The story of Thomas Jennings, the first black man to hold a patent, makes money from his invention to free his family from slavery - Photo 1.

The story of Thomas Jennings, the first black man to hold a patent, makes money from his invention to free his family from slavery


Thomas Jennings (1791-12 February 1856), a New York-born African-American, was one of the leaders in the abolition of slavery, building his fortune with the invention of the way. Dry cleaning solution. Jennings was only 30 years old when he received a patent in March 1821 (US 3306x code), and also became the first black man to own a patent for his invention.

Thomas Jennings (1791-12 February 1856)

Story

Jennings was born in 1791 in New York City. He became a tailor and gradually opened one of the top clothing stores in New York. During this time, he received a lot of complaints about their clothes that were always stained – because of the type. The material at the time was difficult to clean up with soil traces by conventional methods, Jennings began to study a cleaning mixture.

Inventing dry cleaning

Thomas experimented with various cleaning compounds on fabrics until the mixture reached a suitable ratio. He called it "dry scouring," a process that is now renamed to dry clean.

The story of Thomas Jennings, the first black man to hold a patent, makes money from his invention to free his family from slavery - Photo 2.

Machine for dry cleaning.

He filed the application in 1820 and was granted a patent for "dry cleaning brush" (the patent was burnt during storage). Even so, the method of using this solvent to wash clothes has been known and widely used.

Thanks to the first coins earned through this patent, Jennings "bought" his family again, freeing them from slavery – including his wife Elizabeth and children (according to the abolition law of 1799 of New York, she was transformed into a servant's state of being held and not eligible for complete liberation until 1827). Later, most of his income was devoted to abolishing slavery. In 1831, Jennings became assistant secretary for Philadelphia's first annual meeting for people of color.

Legal issue

Luckily for Jennings, he was awarded a patent at the right time. The US patent law from 1793 to 1836 both slaves and ordinary citizens can apply for their invention. But in 1857, a slave owner named Oscar Stuart registered for "scraping double cotton", which was an invention of a slave named Ned. Stuart said that "the slave owner is the one who inherits the fruits of slavery, both labor and wisdom".

In 1858, the US patent office changed its rules in response to Stuart's Supreme Court patent case called Oscar Stuart v. Ned. The court ruled on Stuart, arguing that slavery is not a citizen and cannot be patented. But surprisingly, in 1861, the United States passed the slavery law, and in 1870 passed patent law to all American men including black rights. their inventions.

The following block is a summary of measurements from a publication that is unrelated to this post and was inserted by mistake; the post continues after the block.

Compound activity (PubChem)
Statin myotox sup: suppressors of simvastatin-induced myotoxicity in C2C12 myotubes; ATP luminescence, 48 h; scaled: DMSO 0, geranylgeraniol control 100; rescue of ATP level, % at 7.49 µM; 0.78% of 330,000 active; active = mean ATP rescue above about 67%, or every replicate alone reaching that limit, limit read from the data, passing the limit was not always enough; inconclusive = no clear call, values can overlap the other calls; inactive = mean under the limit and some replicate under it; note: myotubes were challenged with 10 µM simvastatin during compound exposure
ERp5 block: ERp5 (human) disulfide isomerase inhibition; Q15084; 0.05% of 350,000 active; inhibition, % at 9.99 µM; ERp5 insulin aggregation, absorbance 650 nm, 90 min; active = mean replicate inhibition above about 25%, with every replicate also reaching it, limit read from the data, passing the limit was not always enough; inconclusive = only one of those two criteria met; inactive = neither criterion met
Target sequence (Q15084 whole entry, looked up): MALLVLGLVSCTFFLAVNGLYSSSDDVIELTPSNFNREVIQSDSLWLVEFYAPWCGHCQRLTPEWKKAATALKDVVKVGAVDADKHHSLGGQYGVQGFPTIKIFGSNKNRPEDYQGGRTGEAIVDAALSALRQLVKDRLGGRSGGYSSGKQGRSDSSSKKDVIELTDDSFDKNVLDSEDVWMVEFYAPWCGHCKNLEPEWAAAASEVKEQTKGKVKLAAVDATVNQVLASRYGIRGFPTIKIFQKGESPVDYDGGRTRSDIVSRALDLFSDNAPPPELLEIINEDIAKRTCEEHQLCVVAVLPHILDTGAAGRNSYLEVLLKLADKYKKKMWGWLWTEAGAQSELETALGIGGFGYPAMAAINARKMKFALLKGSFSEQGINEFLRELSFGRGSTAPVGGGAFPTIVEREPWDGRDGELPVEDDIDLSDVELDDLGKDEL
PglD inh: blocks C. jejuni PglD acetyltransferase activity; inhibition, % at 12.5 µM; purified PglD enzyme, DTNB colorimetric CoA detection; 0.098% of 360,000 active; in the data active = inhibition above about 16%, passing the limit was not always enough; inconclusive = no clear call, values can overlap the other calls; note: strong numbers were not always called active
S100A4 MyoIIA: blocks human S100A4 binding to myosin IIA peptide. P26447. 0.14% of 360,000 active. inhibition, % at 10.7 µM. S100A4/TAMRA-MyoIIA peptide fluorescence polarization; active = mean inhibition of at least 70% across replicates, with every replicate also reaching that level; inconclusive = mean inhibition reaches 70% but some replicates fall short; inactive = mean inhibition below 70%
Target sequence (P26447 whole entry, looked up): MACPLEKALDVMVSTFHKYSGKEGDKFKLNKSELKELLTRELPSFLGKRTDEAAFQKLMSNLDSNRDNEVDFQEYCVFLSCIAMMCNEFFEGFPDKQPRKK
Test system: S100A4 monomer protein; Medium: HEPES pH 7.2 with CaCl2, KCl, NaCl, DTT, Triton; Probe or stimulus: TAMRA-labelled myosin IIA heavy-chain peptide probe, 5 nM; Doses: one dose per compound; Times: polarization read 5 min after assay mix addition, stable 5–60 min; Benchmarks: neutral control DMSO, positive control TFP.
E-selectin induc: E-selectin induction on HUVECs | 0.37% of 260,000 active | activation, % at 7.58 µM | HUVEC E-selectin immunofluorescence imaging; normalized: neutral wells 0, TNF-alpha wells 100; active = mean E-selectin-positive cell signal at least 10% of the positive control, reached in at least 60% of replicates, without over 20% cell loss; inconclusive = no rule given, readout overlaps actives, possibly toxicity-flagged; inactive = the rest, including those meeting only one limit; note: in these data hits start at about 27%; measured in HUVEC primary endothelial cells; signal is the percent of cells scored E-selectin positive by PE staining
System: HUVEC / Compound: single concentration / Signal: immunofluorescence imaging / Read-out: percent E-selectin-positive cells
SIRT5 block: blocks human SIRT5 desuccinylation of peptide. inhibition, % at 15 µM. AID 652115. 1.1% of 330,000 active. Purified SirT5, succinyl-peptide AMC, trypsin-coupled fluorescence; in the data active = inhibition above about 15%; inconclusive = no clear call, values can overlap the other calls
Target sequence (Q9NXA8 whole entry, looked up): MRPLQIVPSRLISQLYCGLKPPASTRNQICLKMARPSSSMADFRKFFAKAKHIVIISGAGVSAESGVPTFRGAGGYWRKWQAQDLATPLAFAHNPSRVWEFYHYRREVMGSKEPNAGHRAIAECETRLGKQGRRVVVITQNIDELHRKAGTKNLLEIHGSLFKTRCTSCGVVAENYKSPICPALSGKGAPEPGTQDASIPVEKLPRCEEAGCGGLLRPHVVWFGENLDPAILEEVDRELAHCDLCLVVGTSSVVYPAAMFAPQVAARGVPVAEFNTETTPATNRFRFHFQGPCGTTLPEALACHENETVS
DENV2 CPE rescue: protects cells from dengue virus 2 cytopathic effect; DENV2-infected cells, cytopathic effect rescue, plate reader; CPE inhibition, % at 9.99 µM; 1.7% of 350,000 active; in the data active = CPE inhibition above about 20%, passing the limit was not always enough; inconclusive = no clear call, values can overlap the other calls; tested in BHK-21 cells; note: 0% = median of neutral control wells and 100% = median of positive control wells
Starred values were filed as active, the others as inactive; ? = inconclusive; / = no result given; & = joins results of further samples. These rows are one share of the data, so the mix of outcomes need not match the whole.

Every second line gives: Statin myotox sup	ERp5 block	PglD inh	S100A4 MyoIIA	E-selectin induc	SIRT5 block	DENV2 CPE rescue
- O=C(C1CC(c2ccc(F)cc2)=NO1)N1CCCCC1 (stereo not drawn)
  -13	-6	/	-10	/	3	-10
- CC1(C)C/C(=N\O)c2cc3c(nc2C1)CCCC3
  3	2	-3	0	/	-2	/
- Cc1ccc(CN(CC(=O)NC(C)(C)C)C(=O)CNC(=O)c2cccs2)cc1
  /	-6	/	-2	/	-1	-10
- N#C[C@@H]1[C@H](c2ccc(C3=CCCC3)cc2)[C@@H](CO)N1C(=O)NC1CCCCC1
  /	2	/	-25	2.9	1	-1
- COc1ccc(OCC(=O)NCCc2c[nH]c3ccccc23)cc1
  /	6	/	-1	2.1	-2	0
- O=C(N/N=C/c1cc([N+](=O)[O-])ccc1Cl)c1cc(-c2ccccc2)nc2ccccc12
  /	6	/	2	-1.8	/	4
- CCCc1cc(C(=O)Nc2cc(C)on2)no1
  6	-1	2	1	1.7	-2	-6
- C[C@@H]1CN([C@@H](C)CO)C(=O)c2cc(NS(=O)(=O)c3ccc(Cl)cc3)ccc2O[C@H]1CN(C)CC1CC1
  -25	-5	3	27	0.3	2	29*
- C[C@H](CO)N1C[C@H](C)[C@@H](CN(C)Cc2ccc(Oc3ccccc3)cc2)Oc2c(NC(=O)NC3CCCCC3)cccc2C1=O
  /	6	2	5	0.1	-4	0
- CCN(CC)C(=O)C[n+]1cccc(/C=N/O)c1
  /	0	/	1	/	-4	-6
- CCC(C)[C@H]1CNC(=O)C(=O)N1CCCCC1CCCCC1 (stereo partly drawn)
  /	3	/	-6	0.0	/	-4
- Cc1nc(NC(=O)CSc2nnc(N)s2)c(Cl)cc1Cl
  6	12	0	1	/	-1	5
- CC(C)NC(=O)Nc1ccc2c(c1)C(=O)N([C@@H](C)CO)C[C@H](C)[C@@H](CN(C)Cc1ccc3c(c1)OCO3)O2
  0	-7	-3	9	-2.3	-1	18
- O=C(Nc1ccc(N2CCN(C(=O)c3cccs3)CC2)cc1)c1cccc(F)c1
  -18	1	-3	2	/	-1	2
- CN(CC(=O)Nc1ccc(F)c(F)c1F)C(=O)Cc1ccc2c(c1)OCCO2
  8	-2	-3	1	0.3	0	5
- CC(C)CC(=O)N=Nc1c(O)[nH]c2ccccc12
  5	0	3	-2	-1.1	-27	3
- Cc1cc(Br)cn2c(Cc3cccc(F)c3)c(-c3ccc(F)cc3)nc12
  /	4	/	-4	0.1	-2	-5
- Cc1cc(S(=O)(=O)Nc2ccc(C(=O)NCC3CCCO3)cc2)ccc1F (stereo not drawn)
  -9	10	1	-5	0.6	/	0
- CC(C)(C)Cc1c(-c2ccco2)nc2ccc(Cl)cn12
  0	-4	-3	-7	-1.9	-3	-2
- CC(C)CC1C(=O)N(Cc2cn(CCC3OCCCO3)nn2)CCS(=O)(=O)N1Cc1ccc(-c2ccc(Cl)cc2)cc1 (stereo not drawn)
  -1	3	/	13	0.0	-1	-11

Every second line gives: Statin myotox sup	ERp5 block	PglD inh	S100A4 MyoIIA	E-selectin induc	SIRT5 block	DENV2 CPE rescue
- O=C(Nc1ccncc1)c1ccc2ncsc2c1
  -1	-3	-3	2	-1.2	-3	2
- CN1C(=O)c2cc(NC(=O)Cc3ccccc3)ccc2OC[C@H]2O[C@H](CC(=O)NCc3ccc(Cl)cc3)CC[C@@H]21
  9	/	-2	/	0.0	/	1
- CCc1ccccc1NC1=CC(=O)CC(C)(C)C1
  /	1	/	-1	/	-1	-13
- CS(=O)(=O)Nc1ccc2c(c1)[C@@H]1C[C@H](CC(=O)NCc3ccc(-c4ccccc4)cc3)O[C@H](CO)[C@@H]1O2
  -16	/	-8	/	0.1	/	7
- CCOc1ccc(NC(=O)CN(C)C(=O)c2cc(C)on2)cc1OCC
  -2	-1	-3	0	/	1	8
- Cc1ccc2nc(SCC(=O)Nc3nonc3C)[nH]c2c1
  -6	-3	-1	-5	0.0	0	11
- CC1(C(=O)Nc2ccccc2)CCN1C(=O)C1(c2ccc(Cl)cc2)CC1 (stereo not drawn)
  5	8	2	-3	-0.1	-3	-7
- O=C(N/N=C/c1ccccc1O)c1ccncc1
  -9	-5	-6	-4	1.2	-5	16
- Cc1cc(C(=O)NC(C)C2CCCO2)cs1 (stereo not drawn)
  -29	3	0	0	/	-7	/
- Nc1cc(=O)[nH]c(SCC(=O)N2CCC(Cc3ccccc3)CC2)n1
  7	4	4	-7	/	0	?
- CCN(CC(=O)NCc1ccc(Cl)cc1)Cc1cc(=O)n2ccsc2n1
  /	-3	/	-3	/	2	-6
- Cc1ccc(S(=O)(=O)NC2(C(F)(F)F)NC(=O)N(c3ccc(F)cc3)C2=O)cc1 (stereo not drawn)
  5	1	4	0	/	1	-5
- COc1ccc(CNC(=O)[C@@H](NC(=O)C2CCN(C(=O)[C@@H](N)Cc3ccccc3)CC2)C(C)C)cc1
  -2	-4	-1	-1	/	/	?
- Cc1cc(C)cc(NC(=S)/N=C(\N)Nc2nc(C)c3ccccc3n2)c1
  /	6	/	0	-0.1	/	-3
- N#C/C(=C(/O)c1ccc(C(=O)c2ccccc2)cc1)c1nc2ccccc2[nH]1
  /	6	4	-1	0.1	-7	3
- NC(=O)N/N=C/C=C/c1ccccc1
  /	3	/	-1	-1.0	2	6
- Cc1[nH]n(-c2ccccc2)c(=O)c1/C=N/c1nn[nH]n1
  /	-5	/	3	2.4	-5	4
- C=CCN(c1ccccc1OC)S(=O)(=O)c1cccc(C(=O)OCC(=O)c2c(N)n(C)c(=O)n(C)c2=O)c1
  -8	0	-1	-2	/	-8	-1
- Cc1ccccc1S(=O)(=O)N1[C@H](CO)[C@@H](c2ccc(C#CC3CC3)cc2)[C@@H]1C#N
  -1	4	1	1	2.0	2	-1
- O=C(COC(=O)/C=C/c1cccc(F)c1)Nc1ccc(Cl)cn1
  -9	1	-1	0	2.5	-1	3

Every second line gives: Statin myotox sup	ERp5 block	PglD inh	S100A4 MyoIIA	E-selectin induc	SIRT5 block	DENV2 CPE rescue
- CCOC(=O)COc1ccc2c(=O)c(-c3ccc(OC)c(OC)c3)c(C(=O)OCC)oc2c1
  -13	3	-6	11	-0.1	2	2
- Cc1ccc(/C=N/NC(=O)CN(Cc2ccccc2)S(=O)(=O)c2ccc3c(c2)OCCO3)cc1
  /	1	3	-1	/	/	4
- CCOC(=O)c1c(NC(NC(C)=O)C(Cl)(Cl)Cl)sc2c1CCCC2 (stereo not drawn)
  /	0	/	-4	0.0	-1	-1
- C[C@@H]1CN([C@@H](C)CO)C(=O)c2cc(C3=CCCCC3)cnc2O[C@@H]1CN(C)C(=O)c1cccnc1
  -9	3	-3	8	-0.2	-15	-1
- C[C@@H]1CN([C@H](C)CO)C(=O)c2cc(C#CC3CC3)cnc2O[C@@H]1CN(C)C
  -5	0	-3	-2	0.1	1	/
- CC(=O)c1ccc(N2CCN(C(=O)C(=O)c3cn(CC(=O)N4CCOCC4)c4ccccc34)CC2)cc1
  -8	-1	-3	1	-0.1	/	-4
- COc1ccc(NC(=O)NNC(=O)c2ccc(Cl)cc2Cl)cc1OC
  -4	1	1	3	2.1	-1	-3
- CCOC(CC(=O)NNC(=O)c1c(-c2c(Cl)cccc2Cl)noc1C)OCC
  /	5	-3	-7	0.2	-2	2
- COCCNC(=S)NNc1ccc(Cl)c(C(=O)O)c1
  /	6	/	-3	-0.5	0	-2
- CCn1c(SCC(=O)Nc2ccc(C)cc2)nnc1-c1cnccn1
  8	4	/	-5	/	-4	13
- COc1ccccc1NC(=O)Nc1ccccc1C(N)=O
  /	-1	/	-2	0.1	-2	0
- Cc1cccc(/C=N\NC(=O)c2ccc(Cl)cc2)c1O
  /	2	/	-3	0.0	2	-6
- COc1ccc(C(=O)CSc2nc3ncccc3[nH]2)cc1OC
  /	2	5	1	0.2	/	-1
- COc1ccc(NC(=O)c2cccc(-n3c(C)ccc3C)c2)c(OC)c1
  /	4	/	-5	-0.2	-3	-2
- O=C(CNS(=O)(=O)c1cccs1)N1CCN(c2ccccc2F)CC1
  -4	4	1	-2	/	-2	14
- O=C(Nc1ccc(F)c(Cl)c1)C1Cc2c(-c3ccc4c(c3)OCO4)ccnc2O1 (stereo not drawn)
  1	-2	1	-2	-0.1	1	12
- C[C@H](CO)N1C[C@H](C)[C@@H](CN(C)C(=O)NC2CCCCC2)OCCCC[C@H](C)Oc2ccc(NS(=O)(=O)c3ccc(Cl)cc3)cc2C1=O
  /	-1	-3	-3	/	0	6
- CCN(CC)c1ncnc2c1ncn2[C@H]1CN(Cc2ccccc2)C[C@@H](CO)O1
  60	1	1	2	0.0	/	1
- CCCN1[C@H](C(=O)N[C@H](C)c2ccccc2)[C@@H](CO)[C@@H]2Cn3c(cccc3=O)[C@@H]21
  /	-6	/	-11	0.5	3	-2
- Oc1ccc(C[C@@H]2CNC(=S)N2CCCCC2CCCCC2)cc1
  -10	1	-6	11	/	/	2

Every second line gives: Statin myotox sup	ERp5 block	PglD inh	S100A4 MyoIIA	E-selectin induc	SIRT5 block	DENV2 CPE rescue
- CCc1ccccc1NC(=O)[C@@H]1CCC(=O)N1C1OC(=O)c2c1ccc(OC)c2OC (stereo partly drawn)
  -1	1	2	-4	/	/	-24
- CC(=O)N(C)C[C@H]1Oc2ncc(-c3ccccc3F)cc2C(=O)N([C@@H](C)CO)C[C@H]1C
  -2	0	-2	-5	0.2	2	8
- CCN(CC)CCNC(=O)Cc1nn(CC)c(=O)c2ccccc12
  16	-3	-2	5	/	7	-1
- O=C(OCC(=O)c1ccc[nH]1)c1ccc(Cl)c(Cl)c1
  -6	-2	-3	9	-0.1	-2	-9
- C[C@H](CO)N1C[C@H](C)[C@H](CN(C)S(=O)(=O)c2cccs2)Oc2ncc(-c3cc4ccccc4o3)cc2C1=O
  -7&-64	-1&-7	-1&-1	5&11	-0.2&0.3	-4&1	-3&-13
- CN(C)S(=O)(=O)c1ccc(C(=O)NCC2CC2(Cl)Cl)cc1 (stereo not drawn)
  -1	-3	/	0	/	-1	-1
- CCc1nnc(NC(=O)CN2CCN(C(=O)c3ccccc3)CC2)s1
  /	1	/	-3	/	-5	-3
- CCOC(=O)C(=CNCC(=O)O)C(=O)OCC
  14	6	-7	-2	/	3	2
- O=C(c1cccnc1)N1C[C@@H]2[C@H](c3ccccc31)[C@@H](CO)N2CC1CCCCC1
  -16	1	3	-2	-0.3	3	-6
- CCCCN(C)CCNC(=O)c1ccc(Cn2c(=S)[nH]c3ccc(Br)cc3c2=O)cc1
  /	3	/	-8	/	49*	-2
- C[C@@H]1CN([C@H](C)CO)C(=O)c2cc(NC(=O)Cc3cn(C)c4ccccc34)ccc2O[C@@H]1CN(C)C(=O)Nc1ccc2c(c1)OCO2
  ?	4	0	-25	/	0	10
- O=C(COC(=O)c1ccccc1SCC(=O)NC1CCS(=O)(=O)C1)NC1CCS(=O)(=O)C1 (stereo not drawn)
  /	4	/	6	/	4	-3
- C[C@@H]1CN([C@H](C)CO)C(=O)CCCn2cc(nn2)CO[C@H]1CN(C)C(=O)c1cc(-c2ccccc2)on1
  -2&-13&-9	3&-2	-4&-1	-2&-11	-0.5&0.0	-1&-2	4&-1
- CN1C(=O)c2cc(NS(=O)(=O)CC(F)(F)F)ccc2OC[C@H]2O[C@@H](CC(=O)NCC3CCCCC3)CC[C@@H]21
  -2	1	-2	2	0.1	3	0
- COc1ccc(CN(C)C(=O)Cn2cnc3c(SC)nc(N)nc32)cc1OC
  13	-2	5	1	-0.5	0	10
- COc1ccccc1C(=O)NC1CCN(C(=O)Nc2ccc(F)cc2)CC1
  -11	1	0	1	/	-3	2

The last years of life

Jennings' daughter, the same name as her mother – Elizabeth – was an activist like him, a plaintiff in a historic case after being thrown out of a streetcar in New York City while on her way to home. worship Thanks to her father's help, Elizabeth sued the Third Avenue Railway Company for discrimination and won the case in 1855. One day after the resolution, the company had to order the cars of I canceled the color separation. After the incident, Elizabeth continued to organize an anti-racism movement in public transport in the city; Capital services provided by private companies.

At the same time, Thomas was one of the founders of the Legal Rights Association, a group that organized discrimination and discrimination challenges and obtained legal representation to bring lawsuits. court. Jennings died in 1856, only a few years ago that the custom he had fought – slavery – was abolished.

The story of Thomas Jennings, the first black man to hold a patent, makes money from his invention to free his family from slavery - Photo 3.

Elizabeth Jennings Graham, a black activist, daughter of Thomas Jennings.

Heritage

Thomas and his daughter made an effort to break the racial isolation in public infrastructure, a movement that existed until the civilian era a century later. Indeed, the 1963 "I Have a Dream" speech by Dr. Martin Luther King Jr., in Washington, repeated the accusations that the Jennings family had expressed and fought a hundred years ago.

Not only by inventing the "dry-cleaning" method that is still widely used to this day, Jennings has made the first steps in the abolition movement, freeing people of color from the domination of division. race.

According to thoughtco.com


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